There are two major stories that have been grabbing headlines over the summer: the rising cost of everything, and a growing number of food safety concerns. As the school year begins, it seems these two issues have converged in a way that could have deadly effects.
In many parts of China school lunch prices are not actually set by the schools themselves, but by local gov’t mandates. This means that when the cost of pork, or other ingredients, increases for the school, the price to the students has to remain the same. Since actions to raise the price would not be welcomed (there have been mini-riots in schools that tried this, even when inflation was much lower), cafeterias are left with two options: one being to decrease the amount of food each student receives (or just the amount of meat, as pork prices have risen sharply over the last year); or two, seek lower quality ingredients and hope for the best.
At the hospital where I work there has been a noticeable decline in the quality of the food since I started here last fall (we are also resisting increasing the cost of the set meal for workers). My favorite dish, shizitou (狮子头), essentially a ball of steamed ground pork, has become increasingly disappointing. It now seems to be equal parts meat and flour, which leaves it with a gritty, pasty texture. Many of my co-workers have responded by bringing their own food from home. However, given the options, I’m glad the hospital has taken this route (although there are whispers of food safety problems even in the hospital’s dining room).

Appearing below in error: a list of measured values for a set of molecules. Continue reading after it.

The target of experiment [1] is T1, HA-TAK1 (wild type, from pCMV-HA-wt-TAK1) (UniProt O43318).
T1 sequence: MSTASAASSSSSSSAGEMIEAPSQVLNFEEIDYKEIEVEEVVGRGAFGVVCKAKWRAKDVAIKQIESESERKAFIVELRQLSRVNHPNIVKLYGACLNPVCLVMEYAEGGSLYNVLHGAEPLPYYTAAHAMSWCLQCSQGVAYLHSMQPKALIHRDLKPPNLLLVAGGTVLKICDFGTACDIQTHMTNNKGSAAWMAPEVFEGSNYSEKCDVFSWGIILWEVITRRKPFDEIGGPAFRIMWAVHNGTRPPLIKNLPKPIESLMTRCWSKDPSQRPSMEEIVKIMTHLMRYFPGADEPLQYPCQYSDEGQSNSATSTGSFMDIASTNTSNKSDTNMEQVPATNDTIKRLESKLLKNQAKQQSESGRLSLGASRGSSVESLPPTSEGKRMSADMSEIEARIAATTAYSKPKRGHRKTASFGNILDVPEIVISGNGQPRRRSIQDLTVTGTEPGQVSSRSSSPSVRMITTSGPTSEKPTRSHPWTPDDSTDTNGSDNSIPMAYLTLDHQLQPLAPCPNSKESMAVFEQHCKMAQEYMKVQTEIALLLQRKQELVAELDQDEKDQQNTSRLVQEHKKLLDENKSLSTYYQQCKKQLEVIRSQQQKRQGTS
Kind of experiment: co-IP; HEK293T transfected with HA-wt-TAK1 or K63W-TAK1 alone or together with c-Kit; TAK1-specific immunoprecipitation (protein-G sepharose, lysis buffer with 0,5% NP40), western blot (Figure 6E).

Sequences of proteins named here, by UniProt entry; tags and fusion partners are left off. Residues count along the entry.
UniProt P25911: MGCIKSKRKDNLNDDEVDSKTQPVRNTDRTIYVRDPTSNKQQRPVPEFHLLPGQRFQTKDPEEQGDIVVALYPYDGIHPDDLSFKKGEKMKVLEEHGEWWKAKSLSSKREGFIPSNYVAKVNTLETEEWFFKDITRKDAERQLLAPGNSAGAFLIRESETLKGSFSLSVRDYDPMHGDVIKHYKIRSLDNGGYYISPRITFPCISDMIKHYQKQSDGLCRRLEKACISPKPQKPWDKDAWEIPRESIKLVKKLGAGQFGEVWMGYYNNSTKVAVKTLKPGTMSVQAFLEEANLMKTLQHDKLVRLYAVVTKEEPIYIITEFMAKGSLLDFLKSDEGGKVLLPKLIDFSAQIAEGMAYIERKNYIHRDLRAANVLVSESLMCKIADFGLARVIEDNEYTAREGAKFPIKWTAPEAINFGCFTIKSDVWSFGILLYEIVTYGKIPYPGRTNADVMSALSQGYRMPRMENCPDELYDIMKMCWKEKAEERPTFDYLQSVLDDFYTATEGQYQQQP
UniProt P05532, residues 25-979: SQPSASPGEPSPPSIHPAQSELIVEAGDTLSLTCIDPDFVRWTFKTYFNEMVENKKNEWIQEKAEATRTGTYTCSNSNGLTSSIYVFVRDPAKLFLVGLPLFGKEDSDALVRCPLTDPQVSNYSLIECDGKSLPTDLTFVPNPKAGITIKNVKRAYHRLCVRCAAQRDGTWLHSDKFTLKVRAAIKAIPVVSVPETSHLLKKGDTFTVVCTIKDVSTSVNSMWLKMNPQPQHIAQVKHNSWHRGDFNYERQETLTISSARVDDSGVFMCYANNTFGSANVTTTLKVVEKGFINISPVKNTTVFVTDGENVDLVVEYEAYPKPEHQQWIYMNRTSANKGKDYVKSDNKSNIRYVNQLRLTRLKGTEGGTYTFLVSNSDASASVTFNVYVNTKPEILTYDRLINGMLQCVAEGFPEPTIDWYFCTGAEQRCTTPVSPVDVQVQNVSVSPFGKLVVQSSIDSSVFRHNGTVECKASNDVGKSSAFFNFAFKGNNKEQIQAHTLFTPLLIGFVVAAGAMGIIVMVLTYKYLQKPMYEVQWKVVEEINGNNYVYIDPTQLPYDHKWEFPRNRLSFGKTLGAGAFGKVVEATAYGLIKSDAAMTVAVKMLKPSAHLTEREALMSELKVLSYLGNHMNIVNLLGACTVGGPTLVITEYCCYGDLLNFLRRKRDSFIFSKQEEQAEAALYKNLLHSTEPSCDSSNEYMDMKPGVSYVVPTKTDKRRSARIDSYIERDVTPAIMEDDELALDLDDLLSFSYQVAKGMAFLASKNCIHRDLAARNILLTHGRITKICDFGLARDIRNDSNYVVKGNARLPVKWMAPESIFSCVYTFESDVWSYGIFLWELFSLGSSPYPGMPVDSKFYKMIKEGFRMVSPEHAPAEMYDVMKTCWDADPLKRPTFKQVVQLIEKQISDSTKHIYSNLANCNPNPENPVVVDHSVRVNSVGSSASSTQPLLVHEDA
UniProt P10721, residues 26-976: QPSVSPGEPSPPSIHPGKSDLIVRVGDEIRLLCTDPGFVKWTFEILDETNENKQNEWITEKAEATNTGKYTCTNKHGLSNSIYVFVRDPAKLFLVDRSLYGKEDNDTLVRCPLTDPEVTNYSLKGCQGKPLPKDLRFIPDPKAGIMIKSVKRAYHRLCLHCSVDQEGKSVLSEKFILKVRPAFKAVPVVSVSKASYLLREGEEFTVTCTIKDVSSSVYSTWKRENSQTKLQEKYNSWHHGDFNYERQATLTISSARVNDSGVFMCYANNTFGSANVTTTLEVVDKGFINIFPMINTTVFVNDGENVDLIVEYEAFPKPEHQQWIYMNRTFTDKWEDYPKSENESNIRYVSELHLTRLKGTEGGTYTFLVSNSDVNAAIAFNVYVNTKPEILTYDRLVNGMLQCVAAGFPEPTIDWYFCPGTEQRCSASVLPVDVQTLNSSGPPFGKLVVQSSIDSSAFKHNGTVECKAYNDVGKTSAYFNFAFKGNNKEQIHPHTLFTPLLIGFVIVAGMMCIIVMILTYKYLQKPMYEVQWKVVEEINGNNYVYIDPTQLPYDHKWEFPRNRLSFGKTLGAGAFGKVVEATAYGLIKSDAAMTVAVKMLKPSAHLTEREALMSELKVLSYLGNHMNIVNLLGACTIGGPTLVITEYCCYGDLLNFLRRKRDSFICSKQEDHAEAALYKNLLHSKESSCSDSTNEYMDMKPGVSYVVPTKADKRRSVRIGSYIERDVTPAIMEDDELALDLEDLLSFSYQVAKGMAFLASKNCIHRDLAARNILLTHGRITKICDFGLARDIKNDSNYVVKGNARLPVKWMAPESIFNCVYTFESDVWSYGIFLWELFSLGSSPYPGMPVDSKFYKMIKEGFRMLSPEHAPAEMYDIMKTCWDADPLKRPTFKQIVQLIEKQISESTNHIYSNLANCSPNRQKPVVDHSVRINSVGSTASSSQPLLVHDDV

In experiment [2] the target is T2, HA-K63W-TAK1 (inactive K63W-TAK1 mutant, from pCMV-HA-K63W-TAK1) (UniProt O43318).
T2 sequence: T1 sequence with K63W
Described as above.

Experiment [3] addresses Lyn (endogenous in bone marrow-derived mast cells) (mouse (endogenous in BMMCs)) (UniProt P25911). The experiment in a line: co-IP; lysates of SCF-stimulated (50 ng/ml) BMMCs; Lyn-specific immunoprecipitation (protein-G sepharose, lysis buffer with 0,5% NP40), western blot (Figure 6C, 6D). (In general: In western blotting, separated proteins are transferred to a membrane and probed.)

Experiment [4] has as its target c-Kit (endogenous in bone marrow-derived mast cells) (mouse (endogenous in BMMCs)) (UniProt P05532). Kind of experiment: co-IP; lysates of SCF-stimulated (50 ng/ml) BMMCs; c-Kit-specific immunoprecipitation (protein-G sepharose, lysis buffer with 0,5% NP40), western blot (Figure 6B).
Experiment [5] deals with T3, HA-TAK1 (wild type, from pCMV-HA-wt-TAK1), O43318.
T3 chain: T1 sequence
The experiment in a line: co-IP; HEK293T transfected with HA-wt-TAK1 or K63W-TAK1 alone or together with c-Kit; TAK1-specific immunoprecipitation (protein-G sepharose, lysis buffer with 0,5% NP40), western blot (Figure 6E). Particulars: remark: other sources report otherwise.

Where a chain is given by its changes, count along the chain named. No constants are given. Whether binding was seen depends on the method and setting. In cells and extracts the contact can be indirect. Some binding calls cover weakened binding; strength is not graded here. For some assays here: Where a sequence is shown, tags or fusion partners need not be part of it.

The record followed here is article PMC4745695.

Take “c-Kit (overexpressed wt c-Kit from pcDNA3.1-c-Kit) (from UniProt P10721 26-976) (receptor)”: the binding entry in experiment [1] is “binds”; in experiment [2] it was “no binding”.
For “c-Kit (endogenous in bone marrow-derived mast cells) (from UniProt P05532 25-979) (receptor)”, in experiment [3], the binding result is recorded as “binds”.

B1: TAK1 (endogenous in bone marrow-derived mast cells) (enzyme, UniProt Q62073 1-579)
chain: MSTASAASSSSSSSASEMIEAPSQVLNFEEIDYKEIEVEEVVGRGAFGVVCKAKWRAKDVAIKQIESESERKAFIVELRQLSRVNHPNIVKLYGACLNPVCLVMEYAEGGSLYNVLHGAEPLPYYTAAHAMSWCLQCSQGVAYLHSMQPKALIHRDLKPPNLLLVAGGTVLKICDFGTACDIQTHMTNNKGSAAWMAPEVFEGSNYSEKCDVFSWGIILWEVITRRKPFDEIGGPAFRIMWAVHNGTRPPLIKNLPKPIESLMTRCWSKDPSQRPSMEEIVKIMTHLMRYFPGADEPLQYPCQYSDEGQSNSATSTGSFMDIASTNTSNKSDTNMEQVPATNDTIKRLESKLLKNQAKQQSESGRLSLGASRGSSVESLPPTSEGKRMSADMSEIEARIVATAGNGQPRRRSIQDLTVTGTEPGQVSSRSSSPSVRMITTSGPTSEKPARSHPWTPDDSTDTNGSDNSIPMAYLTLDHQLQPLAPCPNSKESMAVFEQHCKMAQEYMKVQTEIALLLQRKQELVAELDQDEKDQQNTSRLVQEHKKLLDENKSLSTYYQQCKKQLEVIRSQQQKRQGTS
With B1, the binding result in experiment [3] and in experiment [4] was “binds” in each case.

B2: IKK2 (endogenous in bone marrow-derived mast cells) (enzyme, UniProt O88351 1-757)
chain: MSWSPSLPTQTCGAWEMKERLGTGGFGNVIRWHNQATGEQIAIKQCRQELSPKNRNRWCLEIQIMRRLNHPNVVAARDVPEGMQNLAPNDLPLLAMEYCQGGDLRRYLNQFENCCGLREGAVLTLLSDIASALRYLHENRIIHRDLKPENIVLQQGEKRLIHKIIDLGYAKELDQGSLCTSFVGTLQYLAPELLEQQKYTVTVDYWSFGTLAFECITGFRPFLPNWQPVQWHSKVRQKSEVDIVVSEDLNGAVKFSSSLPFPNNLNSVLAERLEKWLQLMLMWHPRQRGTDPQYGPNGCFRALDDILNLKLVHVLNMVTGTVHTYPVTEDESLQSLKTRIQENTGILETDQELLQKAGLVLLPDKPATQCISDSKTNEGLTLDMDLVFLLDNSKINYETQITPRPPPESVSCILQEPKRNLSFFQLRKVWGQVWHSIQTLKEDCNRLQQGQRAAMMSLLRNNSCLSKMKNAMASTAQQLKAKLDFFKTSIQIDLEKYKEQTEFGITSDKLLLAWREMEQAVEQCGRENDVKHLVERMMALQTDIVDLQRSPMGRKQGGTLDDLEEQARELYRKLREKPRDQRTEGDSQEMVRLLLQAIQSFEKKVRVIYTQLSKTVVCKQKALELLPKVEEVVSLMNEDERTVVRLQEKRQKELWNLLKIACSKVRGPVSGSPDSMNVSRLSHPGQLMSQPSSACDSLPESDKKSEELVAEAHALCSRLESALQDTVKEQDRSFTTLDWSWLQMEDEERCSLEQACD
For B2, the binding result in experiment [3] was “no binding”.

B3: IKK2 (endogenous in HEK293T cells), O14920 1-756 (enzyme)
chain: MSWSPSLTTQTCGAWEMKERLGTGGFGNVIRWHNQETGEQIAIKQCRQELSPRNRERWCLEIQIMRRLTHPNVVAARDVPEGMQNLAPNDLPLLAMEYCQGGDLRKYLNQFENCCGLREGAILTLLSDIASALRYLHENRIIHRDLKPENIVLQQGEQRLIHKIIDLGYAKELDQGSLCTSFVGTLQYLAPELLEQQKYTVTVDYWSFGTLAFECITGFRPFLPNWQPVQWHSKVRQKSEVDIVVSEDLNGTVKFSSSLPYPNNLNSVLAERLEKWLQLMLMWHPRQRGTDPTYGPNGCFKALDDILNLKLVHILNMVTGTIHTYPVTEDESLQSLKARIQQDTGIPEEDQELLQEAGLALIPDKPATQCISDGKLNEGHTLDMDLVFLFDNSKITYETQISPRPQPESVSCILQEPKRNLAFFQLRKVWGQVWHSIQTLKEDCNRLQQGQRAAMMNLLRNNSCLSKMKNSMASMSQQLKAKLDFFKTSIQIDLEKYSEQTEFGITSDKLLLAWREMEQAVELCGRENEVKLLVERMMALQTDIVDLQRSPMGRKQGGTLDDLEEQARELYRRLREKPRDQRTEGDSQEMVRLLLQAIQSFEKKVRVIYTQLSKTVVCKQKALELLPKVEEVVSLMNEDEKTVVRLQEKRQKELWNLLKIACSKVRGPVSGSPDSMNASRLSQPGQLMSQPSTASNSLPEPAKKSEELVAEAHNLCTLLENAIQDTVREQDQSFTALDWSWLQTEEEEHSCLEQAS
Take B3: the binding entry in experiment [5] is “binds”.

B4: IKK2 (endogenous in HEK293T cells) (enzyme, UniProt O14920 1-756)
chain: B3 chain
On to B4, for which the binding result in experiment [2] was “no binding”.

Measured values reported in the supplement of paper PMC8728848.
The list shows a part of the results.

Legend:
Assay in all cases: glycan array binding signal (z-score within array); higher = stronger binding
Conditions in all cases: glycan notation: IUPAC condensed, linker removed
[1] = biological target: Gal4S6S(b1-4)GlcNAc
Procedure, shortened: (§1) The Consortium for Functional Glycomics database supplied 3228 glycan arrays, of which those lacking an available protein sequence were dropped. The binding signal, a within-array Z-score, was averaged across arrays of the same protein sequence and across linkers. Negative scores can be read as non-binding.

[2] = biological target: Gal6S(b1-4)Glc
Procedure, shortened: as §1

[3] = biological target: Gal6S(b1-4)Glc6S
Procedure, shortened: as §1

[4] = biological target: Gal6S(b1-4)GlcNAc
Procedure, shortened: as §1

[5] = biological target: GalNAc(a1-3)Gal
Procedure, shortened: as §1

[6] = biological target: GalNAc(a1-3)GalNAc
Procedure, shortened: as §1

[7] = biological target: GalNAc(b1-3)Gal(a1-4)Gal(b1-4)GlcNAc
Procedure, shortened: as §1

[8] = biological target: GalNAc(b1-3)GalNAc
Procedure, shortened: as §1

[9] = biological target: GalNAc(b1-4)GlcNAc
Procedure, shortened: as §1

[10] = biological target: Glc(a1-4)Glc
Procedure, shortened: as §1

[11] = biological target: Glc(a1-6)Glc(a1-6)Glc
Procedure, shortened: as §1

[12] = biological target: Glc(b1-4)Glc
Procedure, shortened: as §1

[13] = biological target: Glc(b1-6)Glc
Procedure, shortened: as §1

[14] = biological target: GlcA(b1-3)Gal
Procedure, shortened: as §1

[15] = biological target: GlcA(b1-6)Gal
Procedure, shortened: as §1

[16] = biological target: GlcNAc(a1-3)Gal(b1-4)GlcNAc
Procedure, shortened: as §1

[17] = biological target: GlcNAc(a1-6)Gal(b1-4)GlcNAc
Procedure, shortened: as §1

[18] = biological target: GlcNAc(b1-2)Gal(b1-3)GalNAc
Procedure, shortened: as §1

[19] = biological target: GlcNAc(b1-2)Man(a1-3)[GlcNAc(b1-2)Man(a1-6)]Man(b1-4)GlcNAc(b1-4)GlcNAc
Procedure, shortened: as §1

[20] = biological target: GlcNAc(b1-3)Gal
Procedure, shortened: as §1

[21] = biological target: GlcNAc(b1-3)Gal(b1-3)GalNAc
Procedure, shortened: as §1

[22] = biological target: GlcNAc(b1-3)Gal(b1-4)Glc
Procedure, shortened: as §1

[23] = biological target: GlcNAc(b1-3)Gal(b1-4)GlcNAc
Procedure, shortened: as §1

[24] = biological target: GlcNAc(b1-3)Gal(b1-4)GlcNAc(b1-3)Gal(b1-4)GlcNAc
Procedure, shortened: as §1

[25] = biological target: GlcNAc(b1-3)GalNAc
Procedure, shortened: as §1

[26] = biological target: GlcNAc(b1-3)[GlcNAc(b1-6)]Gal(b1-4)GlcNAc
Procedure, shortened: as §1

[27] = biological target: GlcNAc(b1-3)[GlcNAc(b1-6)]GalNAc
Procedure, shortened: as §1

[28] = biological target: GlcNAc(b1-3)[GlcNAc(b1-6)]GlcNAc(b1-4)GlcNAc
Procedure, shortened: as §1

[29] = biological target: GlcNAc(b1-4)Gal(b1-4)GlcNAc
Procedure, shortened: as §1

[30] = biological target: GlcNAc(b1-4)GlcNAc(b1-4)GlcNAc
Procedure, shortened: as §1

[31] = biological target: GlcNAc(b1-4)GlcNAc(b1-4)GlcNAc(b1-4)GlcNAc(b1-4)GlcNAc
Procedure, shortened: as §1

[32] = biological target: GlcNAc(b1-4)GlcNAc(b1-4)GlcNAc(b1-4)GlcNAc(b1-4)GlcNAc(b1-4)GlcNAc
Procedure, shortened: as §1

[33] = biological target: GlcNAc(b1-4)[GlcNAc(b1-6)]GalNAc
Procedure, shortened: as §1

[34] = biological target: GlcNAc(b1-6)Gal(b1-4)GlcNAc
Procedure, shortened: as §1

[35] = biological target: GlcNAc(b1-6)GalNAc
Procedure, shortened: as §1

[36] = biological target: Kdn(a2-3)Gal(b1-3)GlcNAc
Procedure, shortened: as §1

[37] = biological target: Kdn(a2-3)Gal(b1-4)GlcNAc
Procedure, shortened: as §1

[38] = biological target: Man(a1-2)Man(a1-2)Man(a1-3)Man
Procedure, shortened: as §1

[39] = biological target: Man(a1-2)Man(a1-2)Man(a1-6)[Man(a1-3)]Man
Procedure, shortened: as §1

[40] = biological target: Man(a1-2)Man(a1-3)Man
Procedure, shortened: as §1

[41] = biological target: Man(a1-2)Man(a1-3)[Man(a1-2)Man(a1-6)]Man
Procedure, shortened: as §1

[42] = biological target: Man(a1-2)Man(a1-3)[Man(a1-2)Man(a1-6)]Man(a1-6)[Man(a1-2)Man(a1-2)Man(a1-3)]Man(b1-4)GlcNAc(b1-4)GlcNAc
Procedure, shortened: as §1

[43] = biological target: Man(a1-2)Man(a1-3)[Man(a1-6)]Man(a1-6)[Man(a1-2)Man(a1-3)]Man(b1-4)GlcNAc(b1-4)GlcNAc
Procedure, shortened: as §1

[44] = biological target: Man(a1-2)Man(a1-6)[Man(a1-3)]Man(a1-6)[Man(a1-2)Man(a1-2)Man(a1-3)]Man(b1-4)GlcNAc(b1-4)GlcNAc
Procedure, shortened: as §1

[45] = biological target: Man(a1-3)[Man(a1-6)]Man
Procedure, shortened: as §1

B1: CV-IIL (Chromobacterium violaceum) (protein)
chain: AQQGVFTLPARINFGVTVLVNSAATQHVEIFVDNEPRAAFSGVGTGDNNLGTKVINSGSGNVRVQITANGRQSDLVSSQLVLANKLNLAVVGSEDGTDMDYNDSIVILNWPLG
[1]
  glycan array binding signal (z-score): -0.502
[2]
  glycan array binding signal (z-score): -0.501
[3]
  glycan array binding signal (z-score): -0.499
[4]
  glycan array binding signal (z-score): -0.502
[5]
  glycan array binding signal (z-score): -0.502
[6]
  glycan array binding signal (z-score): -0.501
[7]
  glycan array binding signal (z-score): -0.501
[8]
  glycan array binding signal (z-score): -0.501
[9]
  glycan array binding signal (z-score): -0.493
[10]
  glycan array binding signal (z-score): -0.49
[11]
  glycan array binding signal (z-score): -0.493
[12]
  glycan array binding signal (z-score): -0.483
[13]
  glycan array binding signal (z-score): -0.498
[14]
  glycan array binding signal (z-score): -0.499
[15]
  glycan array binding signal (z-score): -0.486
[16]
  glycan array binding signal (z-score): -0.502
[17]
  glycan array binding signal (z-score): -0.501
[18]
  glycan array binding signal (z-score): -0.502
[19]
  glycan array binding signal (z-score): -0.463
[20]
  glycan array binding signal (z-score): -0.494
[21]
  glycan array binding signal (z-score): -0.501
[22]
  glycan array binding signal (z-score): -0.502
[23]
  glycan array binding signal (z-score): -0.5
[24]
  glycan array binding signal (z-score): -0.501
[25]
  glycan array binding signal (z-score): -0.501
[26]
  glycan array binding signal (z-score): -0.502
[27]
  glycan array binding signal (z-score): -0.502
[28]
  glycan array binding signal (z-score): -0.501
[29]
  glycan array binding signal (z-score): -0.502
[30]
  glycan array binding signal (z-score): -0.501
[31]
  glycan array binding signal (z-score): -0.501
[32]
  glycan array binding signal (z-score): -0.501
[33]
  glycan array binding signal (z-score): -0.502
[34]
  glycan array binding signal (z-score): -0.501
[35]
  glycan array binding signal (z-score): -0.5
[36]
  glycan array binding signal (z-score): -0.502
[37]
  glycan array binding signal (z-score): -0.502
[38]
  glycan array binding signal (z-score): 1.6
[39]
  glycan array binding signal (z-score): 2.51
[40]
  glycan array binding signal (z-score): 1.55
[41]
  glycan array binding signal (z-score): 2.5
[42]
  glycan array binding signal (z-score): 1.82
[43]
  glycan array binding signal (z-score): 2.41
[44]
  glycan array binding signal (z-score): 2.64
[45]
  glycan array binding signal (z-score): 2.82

In many parts of China though, it seems that schools have opted to reduce the quality of their ingredients. It is scary to imagine the quality of ingredients in a meal that costs a student roughly $.50, and still allows a profit margin for the school. During the first week of classes alone, more than 185 students were hospitalized due to food poisoning.
While the government claims that inspections are being ramped up to limit food related scandals, I have relatively little faith in the inspectors or the schools to actually take the actions needed to prevent future problems (I say I am skeptical because at one of the university cafeterias where I worked in Guangxi rat poison was accidentally added to the food). More regulations and “inspections” do nothing to actually address the root of the problem: safe food is too expensive.
This is a worrying start, and a trend that I fear will become worse as the Chinese gov’t continues to struggle with rising food costs, and until inflation comes under control, China’s children are at risk.